Our broken politics needs a major shake-up, from PR voting to citizens’ assemblies

<span>‘PR alone will not fix the problem, nor will any of the other potential reforms. Together, they could be transformative.’</span><span>Photograph: House of Commons/UK Parliament/PA</span>
‘PR alone will not fix the problem, nor will any of the other potential reforms. Together, they could be transformative.’Photograph: House of Commons/UK Parliament/PA

Rafael Behr is right in so many ways about current political priorities (‘Get the Tories out’ will carry the election, but it won’t fix the faultlines of a broken politics, 21 February), but seems to misunderstand the role and purpose of citizens’ assemblies.

In this country, decisions are not “delegated” to citizens’ assemblies. They are part of decision-making processes but have never, to my knowledge, ever actually taken decisions. The Irish discussions on abortion and same-sex marriage had citizens’ assemblies which discussed the issues that then went to referendums. The assemblies themselves did not take the decision. This is one of the aspects of citizens’ assemblies that has been criticised in some quarters – their lack of bindingness. Citizens’ assemblies have informed policy processes; elected politicians can then make final decisions with a greater understanding of citizens’ views and values on the issue.

Equally, citizens’ assemblies are not an alternative to proportional representation (PR). PR, reform of the House of Lords and better and greater use of citizens’ assemblies (among other things) can each play a part in transforming our politics in different ways. For example, a citizens’ assembly could consider different models of PR that could then be debated and put to a referendum and parliamentary processes. PR alone will not fix the problem, nor will any of the other potential reforms. Together, they could be transformative.
Diane Ordish

• While correctly pointing out the malignant consequences of the first past the post system, Rafael Behr asserts that “there are sensible objections to PR based on preserving intimacy between MPs and their constituents”. This is tosh: the single transferable vote system combines proportionality with voters directly electing MPs within enlarged constituencies. Parties don’t like the idea because it enables people to vote across party lines if they so choose, ie it gives real power to the people. It’s disappointing that a progressive writer like Behr appears to not to have considered a type of PR that retains one of the few merits of FPTP.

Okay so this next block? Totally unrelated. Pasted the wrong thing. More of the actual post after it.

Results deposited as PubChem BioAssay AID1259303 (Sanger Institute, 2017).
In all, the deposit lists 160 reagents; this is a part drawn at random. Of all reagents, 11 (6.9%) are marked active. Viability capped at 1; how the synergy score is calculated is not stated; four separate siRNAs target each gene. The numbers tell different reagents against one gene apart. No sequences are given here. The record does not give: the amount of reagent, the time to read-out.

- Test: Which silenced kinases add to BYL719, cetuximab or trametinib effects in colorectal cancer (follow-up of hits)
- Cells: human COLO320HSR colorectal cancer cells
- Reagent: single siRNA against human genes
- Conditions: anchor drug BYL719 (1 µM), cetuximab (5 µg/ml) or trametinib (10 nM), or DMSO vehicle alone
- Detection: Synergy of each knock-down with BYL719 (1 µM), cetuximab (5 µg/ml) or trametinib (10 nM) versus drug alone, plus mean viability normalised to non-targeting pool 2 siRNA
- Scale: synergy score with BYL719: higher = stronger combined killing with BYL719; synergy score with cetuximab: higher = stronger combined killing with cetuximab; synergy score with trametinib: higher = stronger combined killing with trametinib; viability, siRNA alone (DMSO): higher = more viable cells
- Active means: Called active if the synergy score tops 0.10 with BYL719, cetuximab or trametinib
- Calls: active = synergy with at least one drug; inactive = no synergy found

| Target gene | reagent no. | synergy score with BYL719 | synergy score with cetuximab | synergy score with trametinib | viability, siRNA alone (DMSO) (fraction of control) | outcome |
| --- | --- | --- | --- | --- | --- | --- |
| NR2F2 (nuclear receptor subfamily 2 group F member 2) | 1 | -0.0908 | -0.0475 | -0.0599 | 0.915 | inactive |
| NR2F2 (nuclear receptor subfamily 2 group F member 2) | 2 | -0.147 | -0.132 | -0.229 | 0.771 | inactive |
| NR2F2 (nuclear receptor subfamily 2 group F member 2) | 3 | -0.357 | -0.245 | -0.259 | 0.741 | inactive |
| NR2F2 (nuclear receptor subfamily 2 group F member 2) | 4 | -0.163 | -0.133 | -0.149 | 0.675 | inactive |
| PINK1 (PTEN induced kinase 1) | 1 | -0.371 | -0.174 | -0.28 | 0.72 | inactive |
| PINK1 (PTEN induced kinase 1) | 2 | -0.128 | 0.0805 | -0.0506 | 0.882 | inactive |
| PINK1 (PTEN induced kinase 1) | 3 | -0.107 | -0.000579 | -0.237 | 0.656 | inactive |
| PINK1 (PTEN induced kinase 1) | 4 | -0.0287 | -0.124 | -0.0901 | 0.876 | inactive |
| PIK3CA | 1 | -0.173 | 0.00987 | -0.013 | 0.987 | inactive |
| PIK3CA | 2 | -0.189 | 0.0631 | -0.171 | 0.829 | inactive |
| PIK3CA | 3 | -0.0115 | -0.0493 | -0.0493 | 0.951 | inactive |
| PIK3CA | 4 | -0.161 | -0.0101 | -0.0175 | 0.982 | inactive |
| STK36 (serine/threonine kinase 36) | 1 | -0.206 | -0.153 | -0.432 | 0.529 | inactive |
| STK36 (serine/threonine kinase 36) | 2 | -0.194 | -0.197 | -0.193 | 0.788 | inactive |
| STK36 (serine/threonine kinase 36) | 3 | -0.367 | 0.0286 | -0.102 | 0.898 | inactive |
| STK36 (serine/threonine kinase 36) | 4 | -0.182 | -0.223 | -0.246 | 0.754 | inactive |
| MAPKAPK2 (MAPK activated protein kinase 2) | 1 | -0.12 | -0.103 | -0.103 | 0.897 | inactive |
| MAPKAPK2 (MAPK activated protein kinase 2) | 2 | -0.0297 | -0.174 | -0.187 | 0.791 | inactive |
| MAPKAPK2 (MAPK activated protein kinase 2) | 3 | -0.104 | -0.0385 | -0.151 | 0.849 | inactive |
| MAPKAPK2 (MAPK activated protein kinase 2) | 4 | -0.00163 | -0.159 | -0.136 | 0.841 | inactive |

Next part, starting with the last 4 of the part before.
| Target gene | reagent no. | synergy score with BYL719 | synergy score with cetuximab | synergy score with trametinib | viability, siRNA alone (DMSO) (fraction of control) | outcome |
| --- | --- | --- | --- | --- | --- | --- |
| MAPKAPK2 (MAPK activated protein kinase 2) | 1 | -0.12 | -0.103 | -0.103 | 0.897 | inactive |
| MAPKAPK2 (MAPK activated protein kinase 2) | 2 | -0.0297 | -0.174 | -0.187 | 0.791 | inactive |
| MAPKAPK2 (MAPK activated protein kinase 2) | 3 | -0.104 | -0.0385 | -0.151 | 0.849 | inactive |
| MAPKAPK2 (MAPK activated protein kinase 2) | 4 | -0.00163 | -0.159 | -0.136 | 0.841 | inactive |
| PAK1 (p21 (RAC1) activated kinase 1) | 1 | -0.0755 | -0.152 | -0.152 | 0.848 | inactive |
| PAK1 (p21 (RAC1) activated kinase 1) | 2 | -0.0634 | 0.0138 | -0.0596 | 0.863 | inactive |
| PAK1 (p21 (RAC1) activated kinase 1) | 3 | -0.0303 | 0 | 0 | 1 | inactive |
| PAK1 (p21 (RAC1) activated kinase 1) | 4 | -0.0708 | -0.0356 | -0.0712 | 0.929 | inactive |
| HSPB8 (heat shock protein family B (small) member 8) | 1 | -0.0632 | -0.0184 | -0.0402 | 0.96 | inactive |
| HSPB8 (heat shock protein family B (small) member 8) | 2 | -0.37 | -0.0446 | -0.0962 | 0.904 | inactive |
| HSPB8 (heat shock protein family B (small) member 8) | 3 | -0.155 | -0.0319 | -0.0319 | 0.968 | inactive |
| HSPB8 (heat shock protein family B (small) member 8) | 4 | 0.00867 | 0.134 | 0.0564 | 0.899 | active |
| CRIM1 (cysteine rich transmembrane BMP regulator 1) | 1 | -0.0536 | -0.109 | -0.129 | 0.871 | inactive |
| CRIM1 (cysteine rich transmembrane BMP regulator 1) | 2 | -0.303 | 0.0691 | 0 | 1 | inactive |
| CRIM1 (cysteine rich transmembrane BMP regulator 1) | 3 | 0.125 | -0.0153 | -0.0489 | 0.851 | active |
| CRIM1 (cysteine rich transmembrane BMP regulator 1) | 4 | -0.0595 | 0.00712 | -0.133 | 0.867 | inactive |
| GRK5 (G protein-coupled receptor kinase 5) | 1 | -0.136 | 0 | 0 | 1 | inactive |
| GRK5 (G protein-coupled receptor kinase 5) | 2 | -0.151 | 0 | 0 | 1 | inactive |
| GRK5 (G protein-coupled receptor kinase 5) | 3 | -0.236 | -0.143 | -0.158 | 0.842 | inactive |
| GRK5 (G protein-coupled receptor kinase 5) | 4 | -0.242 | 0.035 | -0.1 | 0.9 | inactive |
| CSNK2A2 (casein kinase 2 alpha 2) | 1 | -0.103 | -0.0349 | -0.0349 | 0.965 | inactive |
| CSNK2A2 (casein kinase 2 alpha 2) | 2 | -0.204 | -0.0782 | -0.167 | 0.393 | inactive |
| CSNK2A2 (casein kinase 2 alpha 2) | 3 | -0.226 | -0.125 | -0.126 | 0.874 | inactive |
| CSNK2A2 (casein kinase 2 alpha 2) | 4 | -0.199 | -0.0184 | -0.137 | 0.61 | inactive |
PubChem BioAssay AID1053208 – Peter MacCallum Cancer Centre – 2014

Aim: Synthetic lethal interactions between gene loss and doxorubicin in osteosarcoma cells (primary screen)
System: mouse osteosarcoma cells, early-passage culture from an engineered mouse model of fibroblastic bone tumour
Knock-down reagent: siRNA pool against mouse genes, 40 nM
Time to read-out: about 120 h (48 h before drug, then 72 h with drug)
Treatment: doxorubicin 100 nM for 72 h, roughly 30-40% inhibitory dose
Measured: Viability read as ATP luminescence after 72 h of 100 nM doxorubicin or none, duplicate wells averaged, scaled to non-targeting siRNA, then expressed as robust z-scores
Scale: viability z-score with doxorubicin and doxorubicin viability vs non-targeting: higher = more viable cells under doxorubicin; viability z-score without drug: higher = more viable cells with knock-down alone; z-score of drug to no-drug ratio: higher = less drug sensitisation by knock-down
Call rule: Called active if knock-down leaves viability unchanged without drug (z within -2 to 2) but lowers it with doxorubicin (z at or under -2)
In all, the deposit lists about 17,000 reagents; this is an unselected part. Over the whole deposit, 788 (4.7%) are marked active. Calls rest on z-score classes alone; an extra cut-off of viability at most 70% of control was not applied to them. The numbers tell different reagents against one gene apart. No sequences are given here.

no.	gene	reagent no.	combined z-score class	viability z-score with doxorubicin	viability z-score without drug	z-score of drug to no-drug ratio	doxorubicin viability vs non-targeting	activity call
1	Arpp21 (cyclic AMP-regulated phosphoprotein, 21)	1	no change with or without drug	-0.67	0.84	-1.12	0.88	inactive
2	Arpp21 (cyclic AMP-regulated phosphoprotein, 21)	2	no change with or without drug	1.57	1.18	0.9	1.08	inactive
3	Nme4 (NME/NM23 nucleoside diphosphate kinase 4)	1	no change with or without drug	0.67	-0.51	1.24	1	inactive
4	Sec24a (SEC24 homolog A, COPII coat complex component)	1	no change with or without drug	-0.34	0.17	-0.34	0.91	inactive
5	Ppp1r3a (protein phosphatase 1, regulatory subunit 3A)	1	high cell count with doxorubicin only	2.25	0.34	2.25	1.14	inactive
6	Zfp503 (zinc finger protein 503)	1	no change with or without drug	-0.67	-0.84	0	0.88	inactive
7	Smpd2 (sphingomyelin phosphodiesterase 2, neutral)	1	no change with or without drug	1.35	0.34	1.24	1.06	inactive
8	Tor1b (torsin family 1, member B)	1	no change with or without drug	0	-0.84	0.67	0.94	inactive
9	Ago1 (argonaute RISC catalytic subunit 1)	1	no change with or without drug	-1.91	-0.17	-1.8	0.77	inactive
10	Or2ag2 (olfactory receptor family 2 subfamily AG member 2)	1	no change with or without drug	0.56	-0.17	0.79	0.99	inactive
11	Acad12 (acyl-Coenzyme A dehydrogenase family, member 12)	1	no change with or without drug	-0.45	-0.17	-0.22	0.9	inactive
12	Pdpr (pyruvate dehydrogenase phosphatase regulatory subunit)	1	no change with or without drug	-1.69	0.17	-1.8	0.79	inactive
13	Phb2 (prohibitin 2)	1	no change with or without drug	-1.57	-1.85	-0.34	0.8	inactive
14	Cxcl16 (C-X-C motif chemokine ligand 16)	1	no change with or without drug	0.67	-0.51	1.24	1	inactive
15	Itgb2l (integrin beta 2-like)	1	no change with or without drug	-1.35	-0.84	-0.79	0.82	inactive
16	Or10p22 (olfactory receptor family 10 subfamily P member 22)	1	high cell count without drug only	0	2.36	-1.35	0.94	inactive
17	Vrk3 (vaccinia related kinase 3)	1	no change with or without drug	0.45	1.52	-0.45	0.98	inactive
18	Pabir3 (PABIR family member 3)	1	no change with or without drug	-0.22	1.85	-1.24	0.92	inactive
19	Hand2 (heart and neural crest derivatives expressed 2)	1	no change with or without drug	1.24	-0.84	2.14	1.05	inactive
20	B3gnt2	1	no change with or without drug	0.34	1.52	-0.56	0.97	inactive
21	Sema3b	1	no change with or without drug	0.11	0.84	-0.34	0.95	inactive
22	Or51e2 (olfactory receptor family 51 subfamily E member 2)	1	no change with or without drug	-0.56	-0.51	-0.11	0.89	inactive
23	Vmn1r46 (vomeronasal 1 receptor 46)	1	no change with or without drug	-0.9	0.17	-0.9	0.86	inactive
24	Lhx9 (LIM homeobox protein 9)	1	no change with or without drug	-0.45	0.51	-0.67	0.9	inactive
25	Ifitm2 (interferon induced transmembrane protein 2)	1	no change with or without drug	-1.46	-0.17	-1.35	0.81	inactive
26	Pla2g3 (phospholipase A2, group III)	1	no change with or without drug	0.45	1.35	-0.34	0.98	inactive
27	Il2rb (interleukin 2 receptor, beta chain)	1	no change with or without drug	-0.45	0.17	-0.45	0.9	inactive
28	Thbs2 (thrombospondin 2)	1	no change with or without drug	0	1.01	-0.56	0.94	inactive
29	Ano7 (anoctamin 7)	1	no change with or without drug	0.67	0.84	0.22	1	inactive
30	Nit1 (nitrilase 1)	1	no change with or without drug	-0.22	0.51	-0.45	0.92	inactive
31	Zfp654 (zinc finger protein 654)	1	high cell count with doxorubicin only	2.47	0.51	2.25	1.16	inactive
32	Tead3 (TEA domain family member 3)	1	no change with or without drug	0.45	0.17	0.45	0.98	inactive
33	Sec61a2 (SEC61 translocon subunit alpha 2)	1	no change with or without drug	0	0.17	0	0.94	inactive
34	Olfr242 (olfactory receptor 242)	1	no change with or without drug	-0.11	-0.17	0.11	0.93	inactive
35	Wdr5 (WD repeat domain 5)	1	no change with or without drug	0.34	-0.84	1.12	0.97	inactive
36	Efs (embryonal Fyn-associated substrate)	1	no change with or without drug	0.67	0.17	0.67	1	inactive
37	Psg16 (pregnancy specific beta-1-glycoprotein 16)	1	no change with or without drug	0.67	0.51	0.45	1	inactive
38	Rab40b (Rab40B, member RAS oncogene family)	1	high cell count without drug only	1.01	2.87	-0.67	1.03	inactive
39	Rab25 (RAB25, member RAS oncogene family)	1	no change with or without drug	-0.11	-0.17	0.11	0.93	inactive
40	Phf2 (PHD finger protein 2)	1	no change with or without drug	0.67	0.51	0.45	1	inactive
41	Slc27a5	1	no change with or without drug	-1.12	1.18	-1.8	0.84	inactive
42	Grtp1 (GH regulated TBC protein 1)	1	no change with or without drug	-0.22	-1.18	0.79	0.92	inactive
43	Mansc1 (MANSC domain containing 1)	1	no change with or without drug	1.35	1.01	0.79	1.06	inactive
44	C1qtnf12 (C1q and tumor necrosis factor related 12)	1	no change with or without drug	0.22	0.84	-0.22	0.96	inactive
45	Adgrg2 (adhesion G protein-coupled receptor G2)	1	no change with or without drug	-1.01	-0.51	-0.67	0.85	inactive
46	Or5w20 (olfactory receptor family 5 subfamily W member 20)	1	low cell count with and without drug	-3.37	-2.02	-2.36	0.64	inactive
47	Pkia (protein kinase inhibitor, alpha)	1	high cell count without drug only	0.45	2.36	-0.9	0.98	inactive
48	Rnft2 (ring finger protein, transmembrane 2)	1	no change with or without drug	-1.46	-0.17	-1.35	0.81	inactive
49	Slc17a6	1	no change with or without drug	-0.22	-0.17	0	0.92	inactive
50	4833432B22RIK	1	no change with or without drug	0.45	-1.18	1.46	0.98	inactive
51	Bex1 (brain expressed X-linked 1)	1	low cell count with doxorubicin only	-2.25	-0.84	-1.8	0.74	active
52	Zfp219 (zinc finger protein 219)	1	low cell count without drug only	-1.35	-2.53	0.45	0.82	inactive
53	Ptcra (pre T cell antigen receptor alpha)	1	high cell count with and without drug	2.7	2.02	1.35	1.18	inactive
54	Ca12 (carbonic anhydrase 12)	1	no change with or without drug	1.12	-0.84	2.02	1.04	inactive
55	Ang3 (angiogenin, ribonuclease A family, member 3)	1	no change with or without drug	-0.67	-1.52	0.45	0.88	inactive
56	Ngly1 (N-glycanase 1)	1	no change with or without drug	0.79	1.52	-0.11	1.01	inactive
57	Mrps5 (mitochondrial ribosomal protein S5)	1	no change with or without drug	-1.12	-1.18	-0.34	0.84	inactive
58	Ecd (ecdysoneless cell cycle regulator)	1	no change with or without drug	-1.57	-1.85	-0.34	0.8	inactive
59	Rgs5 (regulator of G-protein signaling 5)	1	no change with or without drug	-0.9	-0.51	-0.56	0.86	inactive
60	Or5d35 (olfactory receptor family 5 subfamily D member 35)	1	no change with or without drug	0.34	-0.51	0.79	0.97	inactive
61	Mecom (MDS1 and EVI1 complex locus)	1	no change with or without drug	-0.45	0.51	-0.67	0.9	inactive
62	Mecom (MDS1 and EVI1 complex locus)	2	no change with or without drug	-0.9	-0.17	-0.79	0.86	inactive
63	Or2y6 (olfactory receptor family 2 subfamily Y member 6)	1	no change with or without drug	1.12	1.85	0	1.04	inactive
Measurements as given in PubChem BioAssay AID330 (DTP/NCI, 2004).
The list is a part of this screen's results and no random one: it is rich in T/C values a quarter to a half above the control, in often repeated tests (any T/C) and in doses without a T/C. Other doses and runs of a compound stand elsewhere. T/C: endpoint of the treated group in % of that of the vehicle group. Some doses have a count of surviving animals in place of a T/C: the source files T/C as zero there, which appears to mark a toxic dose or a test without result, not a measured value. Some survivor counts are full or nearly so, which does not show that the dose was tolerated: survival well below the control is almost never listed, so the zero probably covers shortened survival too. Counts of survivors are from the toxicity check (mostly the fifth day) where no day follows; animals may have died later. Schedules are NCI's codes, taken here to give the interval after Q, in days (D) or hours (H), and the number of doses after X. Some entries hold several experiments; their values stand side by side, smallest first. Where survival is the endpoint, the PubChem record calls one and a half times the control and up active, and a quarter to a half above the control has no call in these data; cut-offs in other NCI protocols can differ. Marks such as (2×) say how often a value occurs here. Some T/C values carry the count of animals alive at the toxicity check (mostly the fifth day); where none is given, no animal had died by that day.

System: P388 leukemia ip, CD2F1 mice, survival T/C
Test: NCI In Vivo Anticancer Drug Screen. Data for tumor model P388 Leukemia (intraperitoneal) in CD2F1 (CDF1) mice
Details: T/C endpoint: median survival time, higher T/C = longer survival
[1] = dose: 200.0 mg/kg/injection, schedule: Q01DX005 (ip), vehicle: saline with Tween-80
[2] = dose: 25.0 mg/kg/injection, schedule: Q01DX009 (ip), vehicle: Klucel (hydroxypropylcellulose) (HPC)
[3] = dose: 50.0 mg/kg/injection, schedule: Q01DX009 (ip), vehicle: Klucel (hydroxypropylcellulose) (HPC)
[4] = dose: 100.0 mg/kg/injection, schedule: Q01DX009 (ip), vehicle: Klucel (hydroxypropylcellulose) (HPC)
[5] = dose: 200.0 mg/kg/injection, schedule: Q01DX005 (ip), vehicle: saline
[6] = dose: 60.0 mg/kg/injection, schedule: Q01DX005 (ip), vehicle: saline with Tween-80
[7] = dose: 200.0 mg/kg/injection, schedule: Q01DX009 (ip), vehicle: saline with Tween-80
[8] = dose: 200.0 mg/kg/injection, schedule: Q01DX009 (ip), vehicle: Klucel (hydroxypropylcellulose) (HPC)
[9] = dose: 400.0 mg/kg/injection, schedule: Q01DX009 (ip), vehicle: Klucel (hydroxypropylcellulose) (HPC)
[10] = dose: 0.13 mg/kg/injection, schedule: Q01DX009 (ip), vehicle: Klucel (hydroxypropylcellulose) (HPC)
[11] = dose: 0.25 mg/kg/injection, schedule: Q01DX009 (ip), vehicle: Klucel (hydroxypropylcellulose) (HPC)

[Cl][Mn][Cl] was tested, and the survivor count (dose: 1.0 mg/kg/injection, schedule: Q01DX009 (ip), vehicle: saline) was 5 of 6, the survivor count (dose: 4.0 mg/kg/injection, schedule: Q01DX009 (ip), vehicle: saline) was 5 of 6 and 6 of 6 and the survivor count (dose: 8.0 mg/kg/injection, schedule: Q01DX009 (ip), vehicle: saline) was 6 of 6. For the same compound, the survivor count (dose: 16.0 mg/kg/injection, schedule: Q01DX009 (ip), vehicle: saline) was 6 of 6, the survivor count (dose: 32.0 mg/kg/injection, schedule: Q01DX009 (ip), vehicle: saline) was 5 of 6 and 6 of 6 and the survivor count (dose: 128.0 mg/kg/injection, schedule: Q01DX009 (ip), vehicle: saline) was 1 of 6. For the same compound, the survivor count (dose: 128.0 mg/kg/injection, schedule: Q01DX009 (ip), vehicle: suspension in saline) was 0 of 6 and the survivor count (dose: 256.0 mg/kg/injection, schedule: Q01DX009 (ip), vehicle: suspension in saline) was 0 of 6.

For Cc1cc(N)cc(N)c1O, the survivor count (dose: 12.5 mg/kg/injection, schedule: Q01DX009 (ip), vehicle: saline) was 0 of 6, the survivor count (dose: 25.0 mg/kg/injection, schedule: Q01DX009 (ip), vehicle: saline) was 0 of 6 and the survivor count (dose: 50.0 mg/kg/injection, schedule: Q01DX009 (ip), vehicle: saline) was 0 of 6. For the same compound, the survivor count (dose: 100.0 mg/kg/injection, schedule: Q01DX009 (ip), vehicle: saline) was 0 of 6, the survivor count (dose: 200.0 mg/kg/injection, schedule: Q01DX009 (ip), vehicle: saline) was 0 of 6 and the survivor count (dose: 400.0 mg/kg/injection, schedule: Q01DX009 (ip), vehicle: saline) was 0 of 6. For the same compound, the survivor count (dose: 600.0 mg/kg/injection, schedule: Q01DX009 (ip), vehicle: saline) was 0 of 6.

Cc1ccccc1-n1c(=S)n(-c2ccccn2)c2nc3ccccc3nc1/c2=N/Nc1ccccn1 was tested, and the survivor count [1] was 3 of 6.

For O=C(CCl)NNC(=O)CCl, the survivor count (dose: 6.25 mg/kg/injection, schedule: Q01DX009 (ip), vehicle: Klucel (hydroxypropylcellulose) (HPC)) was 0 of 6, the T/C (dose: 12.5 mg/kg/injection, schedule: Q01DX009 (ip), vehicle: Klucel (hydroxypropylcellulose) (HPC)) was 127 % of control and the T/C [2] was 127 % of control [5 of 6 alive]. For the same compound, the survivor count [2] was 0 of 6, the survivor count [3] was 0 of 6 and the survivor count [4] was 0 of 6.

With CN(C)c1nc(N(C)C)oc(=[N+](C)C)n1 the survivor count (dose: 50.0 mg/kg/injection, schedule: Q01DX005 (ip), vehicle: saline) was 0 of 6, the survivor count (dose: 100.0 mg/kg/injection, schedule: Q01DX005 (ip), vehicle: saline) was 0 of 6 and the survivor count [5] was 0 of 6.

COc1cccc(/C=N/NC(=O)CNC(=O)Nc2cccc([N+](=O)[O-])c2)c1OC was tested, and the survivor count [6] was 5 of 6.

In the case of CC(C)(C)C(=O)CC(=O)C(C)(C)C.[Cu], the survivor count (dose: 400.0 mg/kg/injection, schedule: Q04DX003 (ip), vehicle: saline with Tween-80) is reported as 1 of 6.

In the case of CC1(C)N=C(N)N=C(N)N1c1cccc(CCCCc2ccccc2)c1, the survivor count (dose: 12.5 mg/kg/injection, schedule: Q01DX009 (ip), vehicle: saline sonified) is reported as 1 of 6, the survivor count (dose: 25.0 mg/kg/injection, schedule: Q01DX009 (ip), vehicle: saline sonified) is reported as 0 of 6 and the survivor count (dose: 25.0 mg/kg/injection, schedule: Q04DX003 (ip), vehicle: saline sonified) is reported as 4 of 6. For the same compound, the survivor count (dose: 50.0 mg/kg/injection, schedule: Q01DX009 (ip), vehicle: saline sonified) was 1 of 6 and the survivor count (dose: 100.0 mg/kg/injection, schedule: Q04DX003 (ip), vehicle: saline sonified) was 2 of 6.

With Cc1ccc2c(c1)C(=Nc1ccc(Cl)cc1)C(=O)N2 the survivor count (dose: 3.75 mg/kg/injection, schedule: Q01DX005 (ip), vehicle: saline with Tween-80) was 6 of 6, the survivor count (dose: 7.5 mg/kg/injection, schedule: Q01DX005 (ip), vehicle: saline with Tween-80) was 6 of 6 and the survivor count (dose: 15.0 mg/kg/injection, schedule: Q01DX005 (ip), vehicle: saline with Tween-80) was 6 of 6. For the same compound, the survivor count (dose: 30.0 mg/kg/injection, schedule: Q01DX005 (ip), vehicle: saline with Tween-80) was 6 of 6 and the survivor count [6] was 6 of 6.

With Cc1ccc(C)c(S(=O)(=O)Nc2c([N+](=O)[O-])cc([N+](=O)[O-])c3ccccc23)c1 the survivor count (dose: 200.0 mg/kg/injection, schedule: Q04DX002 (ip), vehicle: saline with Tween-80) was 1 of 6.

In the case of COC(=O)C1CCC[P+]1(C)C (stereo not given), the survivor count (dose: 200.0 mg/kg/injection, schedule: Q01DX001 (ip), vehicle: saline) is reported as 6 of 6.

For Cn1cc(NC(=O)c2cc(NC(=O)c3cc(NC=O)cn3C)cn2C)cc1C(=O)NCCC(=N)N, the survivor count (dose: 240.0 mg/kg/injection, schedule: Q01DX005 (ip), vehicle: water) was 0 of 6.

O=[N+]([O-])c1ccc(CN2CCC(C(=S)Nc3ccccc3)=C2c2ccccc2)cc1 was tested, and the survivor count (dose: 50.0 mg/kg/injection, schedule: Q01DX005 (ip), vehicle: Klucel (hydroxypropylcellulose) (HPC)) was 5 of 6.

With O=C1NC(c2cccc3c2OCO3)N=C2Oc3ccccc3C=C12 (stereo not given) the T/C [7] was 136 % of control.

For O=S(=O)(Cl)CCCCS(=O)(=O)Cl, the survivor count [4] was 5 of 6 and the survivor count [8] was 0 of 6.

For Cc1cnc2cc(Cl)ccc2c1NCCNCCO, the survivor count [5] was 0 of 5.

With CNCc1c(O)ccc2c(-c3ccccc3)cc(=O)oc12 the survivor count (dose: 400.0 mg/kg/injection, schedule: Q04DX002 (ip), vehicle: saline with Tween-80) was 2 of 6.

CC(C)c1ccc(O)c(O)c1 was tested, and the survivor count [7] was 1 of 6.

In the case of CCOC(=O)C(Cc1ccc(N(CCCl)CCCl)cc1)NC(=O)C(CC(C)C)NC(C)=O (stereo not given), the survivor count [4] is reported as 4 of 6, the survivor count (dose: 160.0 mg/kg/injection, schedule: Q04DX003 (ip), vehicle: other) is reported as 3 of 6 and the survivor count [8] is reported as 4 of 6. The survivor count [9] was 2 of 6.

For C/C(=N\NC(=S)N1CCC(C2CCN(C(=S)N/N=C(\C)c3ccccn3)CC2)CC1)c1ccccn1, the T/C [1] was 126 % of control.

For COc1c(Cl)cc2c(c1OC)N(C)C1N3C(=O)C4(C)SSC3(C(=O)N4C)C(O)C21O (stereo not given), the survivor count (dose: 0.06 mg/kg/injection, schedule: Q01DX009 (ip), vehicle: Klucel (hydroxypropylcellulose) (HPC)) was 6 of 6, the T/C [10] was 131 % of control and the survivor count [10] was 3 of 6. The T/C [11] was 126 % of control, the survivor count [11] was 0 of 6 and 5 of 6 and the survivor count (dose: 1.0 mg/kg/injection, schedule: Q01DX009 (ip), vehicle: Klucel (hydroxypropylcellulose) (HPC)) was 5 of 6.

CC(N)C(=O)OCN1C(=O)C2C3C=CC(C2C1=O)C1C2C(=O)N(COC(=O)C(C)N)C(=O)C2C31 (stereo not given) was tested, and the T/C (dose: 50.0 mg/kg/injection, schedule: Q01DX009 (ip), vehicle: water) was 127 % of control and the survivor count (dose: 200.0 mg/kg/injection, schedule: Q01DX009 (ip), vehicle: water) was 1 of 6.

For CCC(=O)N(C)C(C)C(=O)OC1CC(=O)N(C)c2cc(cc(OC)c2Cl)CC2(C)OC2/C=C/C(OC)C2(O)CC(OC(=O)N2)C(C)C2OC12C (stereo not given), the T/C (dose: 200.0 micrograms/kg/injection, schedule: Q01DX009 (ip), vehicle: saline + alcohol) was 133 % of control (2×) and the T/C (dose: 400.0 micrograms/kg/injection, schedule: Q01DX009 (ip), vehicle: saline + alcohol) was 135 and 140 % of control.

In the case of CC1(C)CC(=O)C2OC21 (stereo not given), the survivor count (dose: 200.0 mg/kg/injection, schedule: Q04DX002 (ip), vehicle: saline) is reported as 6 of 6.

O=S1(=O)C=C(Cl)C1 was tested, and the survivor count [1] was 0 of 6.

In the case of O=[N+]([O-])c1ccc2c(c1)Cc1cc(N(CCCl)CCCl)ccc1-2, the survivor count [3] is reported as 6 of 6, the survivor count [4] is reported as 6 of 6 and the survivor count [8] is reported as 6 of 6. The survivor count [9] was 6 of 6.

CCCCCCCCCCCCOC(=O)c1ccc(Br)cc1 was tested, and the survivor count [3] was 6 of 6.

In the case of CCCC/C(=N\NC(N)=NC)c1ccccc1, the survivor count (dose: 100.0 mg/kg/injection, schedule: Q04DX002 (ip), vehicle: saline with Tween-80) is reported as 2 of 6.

John Ward

• Rafael Behr says that “any party that wins power through first past the post loses any incentive to reform the system”. This is demonstrably untrue. Since 1945, the existing electoral system has given power to the Tories twice as often as to Labour. When the Conservatives regain power, they tend to undo the good things Labour has done (eg the cancellation of the Sure Start programme).

A move to PR would be in Labour’s best interests: it would relegate the Tories to a rump, and Labour would probably be the largest party in a series of coalitions. The 2022 Labour conference voted for a move to PR, but Keir Starmer dismissed it. It seems that Labour leaders would rather lose power than share it.
Christopher Foren

• I found much with which to agree in Rafael Behr’s article, but his “sensible objection” to PR “based on preserving intimacy between MPs and their constituents” left me open-mouthed. MPs are mostly voted for by fewer than half of their electorate, leaving the majority of constituents a long way from any representation, let alone intimacy. With PR, almost every constituent would enjoy representation at least, intimate or not. I long for that opportunity.
Tom Serpell
East Hoathly, East Sussex

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